Recently, the Court of Appeals for the Federal Circuit (“CAFC”) took the rare opportunity to describe the pleading requirement as it relates to direct patent infringement. Plaintiff Bot M8 LLC (“Bot M8”) sued Sony Corp. of America (“Sony”) alleging that Sony’s products, including its Playstation 4 videogame console (the “PS4”), infringed six of its patents directed towards technology for authentication and copyright protection. The district court granted Sony’s motion to dismiss for four of the asserted patents, U.S. Patent Nos. 8,078,540 (“the ’540 patent”), 8,095,990 (“the ’990 patent”), 7,664,988 (“the ’988 patent”), and 8,112,670 (“the ’670 patent”) for failing to adequately plead infringement. This dismissal was challenged on appeal.
The CAFC first stated “a plaintiff cannot assert a plausible claim for infringement under the Iqbal/Twombly standard by reciting the claim elements and merely concluding that the accused product has those elements.” The ‘540 patent required that game and authentication programs be stored on the same board, separate from the motherboard. Bot M8 argued that the PS4’s hard drive stored both programs separate from the motherboard. Sony pointed to statements in the complaint that the authentication program was loaded and stored onto the PS4’s motherboard for execution. Bot M8 countered that this was an “overview statement” and that the limitation was still met if the authentication program was stored on the hard drive with the game program and simultaneously loaded onto the motherboard during execution. But the CAFC found that BotM8 had “essentially pleaded itself out of court” since it was impossible for the authentication program to be separate from the motherboard as plead. The ‘990 patent required storing game information together with a mutual authentication program on a removable storage medium. The CAFC noted that “while Bot M8 points to different storage components in the allegedly infringing devices, it never says which one or ones satisfy mutual authentication limitation.” The CAFC therefore found these allegations to be “conclusory and merely track the claim language” and that “merely possible” infringement allegations are not sufficiently plausible for pleading.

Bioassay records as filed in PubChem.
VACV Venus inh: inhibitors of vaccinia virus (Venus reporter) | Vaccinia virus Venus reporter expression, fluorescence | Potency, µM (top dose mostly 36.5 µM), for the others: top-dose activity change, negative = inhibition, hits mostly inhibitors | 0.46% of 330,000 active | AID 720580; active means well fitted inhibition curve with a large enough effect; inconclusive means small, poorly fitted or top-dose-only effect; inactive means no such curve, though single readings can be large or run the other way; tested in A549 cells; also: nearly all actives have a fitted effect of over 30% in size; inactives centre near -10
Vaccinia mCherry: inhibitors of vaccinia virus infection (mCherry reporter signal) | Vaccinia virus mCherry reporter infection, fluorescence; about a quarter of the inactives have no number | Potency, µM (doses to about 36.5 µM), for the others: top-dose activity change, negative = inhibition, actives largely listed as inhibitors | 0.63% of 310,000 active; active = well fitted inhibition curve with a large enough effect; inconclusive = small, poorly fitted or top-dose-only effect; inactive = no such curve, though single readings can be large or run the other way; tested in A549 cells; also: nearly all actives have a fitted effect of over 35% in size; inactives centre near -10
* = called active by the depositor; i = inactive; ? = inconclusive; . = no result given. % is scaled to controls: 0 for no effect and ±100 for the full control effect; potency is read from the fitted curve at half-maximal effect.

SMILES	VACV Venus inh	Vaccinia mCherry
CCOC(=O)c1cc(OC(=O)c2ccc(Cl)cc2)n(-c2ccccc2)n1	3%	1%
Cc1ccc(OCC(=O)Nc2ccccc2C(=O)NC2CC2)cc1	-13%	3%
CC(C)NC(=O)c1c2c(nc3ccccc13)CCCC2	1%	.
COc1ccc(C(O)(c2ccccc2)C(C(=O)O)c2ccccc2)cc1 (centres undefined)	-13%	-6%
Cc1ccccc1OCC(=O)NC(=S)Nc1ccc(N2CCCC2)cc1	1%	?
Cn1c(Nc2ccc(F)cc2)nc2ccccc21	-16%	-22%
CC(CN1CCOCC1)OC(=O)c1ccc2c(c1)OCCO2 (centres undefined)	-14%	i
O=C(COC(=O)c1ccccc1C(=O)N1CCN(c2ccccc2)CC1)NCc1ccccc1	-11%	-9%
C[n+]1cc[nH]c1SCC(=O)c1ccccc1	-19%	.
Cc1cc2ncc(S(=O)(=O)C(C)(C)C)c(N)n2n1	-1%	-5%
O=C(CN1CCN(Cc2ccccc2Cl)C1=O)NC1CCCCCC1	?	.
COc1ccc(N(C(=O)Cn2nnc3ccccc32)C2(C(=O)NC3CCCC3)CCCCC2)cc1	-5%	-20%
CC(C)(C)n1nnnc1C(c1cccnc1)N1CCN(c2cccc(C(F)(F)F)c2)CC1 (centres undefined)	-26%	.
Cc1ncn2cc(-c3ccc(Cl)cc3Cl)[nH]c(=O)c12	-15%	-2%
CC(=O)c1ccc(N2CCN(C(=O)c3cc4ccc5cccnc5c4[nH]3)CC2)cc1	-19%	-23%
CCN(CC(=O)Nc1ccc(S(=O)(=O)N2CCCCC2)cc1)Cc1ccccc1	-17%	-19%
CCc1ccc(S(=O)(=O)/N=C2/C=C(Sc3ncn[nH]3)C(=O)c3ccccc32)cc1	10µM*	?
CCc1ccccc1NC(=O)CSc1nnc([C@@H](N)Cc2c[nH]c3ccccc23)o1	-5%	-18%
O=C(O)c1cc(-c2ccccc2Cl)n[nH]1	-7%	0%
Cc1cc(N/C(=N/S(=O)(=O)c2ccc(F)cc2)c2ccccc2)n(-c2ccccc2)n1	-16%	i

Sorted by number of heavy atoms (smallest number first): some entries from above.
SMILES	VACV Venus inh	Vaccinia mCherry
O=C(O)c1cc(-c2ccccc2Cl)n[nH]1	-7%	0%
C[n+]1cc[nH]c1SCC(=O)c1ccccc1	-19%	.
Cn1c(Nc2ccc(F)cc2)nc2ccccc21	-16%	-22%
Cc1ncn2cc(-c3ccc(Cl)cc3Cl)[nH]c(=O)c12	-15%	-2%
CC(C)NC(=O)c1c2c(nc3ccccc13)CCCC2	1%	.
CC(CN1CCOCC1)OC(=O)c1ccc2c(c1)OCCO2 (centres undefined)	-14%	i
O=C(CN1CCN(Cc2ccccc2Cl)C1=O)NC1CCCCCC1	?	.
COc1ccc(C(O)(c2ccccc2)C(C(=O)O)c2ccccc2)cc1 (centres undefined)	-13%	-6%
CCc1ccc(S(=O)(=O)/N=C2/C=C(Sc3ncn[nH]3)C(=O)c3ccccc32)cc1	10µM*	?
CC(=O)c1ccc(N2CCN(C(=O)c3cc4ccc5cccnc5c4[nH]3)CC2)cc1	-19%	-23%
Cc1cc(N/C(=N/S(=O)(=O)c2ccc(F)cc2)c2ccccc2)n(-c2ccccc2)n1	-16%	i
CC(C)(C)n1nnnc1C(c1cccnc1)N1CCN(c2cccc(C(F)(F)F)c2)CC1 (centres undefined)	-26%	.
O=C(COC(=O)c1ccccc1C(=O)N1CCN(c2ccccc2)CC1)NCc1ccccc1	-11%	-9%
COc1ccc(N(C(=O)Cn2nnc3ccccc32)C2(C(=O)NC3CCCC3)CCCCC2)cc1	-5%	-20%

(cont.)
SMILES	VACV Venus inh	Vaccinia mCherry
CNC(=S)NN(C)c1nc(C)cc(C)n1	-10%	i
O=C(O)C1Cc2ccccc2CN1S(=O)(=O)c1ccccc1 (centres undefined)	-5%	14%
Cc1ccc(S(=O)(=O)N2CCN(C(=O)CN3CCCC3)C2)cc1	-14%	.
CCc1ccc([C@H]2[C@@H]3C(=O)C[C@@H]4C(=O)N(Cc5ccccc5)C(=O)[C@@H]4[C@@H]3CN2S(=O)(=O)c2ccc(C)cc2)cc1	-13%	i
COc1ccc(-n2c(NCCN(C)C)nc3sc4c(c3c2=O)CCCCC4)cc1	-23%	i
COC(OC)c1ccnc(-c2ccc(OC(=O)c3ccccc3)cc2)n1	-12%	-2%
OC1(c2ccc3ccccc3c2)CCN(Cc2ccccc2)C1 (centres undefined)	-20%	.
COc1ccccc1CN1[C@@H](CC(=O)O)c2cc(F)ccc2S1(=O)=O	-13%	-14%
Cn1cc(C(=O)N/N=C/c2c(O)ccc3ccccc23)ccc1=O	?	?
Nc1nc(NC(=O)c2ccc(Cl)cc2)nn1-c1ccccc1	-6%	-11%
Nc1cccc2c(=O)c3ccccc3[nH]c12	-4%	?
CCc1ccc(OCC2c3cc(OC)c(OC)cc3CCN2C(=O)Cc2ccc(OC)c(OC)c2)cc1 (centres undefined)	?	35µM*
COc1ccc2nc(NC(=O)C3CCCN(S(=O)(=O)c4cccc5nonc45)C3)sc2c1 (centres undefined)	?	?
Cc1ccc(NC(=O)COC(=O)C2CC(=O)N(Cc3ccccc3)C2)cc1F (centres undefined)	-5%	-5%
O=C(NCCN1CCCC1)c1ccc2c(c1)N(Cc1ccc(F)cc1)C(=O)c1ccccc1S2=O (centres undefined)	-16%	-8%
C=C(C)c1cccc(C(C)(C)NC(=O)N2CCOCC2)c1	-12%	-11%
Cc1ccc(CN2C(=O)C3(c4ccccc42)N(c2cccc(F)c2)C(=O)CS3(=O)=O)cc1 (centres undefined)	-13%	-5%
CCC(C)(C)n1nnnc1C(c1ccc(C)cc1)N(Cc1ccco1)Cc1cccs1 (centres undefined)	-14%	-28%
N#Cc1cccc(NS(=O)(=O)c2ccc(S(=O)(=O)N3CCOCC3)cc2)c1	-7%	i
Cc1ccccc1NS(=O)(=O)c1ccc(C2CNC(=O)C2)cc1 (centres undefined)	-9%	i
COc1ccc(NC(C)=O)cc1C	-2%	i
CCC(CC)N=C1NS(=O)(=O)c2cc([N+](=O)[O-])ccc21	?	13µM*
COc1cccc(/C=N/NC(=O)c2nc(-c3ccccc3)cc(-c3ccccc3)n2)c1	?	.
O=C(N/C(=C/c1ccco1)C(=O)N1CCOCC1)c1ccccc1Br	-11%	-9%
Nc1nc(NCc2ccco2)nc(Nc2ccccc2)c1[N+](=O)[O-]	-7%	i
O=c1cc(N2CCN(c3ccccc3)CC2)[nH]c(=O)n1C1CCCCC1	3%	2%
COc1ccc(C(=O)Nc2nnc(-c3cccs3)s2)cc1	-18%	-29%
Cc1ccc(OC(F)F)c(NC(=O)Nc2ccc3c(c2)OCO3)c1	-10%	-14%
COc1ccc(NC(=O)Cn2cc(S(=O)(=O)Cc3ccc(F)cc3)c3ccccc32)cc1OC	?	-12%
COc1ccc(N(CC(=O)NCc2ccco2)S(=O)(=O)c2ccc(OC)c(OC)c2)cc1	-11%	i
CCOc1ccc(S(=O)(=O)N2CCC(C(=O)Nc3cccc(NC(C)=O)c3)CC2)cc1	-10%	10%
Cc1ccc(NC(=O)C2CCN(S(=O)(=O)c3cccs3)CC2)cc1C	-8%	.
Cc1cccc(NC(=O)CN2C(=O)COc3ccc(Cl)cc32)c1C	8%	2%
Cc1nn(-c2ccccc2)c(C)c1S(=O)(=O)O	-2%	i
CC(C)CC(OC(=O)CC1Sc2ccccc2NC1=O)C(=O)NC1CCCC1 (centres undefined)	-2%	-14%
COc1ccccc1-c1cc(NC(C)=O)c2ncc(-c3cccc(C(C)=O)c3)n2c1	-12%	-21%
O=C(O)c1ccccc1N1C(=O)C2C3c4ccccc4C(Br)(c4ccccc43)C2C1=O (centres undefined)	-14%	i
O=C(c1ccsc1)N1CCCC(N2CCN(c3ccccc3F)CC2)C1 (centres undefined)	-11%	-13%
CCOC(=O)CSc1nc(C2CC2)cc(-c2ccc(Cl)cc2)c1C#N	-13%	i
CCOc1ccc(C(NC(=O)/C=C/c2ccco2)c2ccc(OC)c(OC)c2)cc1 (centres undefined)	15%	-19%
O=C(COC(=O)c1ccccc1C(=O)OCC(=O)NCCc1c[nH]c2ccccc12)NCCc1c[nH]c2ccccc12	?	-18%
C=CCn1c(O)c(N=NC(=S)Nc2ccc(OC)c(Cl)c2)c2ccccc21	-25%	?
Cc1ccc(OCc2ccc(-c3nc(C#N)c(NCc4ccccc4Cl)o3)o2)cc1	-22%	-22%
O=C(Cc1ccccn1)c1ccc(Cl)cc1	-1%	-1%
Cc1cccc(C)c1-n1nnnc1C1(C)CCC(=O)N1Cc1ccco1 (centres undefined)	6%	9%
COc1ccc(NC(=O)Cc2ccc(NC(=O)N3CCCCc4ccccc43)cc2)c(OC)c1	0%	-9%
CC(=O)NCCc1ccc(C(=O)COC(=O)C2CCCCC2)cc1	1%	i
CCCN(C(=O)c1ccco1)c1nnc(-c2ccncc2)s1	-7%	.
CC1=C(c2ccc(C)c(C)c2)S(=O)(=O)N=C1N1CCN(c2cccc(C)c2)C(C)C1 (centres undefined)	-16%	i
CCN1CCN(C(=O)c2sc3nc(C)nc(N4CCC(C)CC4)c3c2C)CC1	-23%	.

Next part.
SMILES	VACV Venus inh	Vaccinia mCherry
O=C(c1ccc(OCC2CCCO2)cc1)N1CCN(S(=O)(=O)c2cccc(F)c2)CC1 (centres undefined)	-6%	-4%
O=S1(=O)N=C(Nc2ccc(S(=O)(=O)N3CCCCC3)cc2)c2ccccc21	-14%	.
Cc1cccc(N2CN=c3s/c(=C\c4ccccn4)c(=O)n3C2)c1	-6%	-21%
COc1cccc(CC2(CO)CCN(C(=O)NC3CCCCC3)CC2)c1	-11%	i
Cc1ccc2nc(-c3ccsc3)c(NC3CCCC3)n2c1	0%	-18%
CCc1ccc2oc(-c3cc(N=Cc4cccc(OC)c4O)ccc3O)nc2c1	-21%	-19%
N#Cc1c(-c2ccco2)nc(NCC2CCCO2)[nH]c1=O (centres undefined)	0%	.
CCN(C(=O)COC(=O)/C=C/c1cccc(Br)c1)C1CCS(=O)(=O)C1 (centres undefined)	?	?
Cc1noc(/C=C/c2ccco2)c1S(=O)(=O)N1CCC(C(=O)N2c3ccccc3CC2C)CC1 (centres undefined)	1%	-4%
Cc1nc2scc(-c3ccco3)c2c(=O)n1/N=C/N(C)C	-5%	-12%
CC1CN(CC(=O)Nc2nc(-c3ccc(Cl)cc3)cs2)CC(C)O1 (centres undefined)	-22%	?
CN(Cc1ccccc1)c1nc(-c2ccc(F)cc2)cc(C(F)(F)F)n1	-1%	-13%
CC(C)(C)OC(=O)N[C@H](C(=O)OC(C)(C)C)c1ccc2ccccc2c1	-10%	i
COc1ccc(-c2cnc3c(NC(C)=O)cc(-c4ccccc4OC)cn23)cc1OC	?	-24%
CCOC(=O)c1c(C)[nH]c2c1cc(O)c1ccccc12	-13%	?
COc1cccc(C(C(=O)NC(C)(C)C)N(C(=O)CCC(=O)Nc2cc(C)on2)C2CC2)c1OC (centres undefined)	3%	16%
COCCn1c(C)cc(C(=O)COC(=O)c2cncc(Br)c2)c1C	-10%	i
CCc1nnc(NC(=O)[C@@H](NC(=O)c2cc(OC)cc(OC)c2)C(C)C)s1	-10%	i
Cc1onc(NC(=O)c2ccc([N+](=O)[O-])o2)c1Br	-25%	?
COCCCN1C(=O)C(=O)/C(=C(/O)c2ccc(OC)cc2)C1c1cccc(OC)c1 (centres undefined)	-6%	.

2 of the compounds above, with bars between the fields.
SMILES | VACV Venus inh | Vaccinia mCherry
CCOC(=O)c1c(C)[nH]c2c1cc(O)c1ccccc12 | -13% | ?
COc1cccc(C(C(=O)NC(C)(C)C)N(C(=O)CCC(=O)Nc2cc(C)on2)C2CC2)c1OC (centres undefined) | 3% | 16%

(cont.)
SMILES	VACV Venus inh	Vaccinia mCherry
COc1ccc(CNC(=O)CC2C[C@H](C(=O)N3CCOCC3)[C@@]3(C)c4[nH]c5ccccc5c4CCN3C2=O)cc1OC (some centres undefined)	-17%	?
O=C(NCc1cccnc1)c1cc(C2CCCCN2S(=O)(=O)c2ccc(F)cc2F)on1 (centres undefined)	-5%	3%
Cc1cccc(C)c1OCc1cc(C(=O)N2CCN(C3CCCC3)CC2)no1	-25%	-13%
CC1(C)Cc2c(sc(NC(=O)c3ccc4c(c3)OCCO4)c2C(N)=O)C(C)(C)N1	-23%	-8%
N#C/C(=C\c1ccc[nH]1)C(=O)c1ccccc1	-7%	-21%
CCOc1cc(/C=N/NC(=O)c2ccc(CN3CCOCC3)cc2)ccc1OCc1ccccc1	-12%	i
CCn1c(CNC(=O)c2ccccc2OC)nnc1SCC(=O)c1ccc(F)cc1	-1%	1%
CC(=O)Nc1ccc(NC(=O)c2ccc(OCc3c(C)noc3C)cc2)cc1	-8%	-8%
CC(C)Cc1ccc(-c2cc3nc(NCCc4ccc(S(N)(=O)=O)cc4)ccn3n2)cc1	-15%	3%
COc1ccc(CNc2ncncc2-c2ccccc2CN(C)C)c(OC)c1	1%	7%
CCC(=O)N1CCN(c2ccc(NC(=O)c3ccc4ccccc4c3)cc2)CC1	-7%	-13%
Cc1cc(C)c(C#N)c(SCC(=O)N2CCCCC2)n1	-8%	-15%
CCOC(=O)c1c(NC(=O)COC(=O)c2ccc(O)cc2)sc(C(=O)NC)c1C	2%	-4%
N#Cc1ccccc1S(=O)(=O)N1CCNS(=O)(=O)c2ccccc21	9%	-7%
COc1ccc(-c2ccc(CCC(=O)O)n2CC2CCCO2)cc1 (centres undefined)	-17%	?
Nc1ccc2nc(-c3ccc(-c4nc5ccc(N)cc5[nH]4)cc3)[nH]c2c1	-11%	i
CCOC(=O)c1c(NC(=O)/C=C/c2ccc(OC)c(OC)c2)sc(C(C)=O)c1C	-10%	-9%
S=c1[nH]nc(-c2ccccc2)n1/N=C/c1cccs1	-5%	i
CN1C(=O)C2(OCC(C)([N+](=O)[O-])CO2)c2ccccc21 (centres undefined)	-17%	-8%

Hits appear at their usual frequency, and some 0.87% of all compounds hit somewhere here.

The ‘988 and ‘670 patents required executing a “fault inspection program” before a game is started. The CAFC rejected Sony’s argument that these contentions also just tracked the claim language. The CAFC felt that Bot M8’s allegations that the PS4 generated error messages upon booting up supported a reasonable inference that the PS4 infringed this limitation. To hold otherwise, the CAFC held, would be “demanding too much at this phase” as a plaintiff “need not ‘prove its case at the pleading stage.’”
This case emphasizes that the Iqbal/Twombly standard applies to direct infringement allegations. Patent owners must allege facts from which it is plausible to conclude that the accused device meets the claimed limitations and not merely provide a list of allegedly infringed limitations accompanied by the conclusion that the accused device or one of its components satisfies it.
 See, Ashcroft v. Iqbal, 556 U.S. 662, 678, 129 S.Ct. 1937, 173 L.Ed.2d 868 (2009) (quoting Bell v. Twombly, 550 U.S. 544, 570, 127 S.Ct. 1955, 167 L.Ed.2d 929 (2007)).
 Nalco Co. v. Chem-Mod, LLC, 883 F.3d 1337, 1350 (Fed. Cir. 2018)